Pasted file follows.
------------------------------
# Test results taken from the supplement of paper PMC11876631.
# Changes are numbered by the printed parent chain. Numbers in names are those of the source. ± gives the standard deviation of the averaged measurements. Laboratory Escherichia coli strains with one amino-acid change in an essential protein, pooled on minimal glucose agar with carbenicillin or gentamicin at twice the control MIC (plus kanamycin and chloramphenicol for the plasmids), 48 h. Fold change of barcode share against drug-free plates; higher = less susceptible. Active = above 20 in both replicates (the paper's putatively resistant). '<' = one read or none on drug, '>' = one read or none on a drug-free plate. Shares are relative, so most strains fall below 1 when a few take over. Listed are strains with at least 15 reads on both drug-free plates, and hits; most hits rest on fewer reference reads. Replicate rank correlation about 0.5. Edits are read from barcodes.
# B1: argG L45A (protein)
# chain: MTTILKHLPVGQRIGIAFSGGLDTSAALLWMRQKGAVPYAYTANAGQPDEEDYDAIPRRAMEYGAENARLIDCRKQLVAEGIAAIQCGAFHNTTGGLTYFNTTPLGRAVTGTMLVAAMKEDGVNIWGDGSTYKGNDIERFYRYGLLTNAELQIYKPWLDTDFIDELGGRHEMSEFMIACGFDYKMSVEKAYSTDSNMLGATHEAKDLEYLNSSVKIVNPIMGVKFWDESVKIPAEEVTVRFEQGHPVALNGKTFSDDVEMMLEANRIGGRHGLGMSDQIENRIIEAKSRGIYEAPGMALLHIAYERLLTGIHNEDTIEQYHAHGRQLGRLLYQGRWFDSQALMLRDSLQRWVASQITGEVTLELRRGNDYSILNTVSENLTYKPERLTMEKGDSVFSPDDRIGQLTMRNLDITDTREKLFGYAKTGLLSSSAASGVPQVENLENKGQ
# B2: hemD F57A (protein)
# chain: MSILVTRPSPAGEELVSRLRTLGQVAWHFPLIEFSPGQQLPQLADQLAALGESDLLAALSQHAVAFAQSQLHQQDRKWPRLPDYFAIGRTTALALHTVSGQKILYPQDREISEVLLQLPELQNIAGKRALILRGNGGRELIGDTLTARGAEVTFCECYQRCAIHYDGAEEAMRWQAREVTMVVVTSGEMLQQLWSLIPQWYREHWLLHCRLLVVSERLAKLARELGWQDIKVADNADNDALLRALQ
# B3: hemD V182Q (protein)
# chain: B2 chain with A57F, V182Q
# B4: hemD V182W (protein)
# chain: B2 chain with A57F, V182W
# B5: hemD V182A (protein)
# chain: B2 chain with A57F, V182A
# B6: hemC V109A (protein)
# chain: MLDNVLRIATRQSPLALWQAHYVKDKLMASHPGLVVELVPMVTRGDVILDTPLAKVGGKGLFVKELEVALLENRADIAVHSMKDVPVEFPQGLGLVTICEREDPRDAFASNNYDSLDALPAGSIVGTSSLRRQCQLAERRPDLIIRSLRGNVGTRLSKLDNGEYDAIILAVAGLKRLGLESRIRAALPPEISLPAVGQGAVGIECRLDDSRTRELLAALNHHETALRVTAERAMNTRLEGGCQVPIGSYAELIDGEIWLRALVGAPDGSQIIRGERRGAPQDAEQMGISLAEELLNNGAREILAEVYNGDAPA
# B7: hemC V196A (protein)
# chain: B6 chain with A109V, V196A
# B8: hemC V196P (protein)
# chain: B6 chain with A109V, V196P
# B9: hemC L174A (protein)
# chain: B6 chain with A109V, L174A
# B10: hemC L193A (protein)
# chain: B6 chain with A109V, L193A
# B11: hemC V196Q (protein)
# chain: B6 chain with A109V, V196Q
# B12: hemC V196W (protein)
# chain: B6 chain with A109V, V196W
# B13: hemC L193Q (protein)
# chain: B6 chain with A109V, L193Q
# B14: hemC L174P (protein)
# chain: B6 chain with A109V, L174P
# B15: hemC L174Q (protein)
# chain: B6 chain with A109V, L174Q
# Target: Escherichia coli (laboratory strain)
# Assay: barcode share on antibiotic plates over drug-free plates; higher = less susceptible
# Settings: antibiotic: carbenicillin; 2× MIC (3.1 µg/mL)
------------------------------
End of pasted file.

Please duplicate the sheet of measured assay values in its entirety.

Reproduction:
# Test results taken from the supplement of paper PMC11876631.
# Changes are numbered by the printed parent chain. Numbers in names are those of the source. ± gives the standard deviation of the averaged measurements. Laboratory Escherichia coli strains with one amino-acid change in an essential protein, pooled on minimal glucose agar with carbenicillin or gentamicin at twice the control MIC (plus kanamycin and chloramphenicol for the plasmids), 48 h. Fold change of barcode share against drug-free plates; higher = less susceptible. Active = above 20 in both replicates (the paper's putatively resistant). '<' = one read or none on drug, '>' = one read or none on a drug-free plate. Shares are relative, so most strains fall below 1 when a few take over. Listed are strains with at least 15 reads on both drug-free plates, and hits; most hits rest on fewer reference reads. Replicate rank correlation about 0.5. Edits are read from barcodes.
# B1: argG L45A (protein)
# chain: MTTILKHLPVGQRIGIAFSGGLDTSAALLWMRQKGAVPYAYTANAGQPDEEDYDAIPRRAMEYGAENARLIDCRKQLVAEGIAAIQCGAFHNTTGGLTYFNTTPLGRAVTGTMLVAAMKEDGVNIWGDGSTYKGNDIERFYRYGLLTNAELQIYKPWLDTDFIDELGGRHEMSEFMIACGFDYKMSVEKAYSTDSNMLGATHEAKDLEYLNSSVKIVNPIMGVKFWDESVKIPAEEVTVRFEQGHPVALNGKTFSDDVEMMLEANRIGGRHGLGMSDQIENRIIEAKSRGIYEAPGMALLHIAYERLLTGIHNEDTIEQYHAHGRQLGRLLYQGRWFDSQALMLRDSLQRWVASQITGEVTLELRRGNDYSILNTVSENLTYKPERLTMEKGDSVFSPDDRIGQLTMRNLDITDTREKLFGYAKTGLLSSSAASGVPQVENLENKGQ
# B2: hemD F57A (protein)
# chain: MSILVTRPSPAGEELVSRLRTLGQVAWHFPLIEFSPGQQLPQLADQLAALGESDLLAALSQHAVAFAQSQLHQQDRKWPRLPDYFAIGRTTALALHTVSGQKILYPQDREISEVLLQLPELQNIAGKRALILRGNGGRELIGDTLTARGAEVTFCECYQRCAIHYDGAEEAMRWQAREVTMVVVTSGEMLQQLWSLIPQWYREHWLLHCRLLVVSERLAKLARELGWQDIKVADNADNDALLRALQ
# B3: hemD V182Q (protein)
# chain: B2 chain with A57F, V182Q
# B4: hemD V182W (protein)
# chain: B2 chain with A57F, V182W
# B5: hemD V182A (protein)
# chain: B2 chain with A57F, V182A
# B6: hemC V109A (protein)
# chain: MLDNVLRIATRQSPLALWQAHYVKDKLMASHPGLVVELVPMVTRGDVILDTPLAKVGGKGLFVKELEVALLENRADIAVHSMKDVPVEFPQGLGLVTICEREDPRDAFASNNYDSLDALPAGSIVGTSSLRRQCQLAERRPDLIIRSLRGNVGTRLSKLDNGEYDAIILAVAGLKRLGLESRIRAALPPEISLPAVGQGAVGIECRLDDSRTRELLAALNHHETALRVTAERAMNTRLEGGCQVPIGSYAELIDGEIWLRALVGAPDGSQIIRGERRGAPQDAEQMGISLAEELLNNGAREILAEVYNGDAPA
# B7: hemC V196A (protein)
# chain: B6 chain with A109V, V196A
# B8: hemC V196P (protein)
# chain: B6 chain with A109V, V196P
# B9: hemC L174A (protein)
# chain: B6 chain with A109V, L174A
# B10: hemC L193A (protein)
# chain: B6 chain with A109V, L193A
# B11: hemC V196Q (protein)
# chain: B6 chain with A109V, V196Q
# B12: hemC V196W (protein)
# chain: B6 chain with A109V, V196W
# B13: hemC L193Q (protein)
# chain: B6 chain with A109V, L193Q
# B14: hemC L174P (protein)
# chain: B6 chain with A109V, L174P
# B15: hemC L174Q (protein)
# chain: B6 chain with A109V, L174Q
# Target: Escherichia coli (laboratory strain)
# Assay: barcode share on antibiotic plates over drug-free plates; higher = less susceptible
# Settings: antibiotic: carbenicillin; 2× MIC (3.1 µg/mL)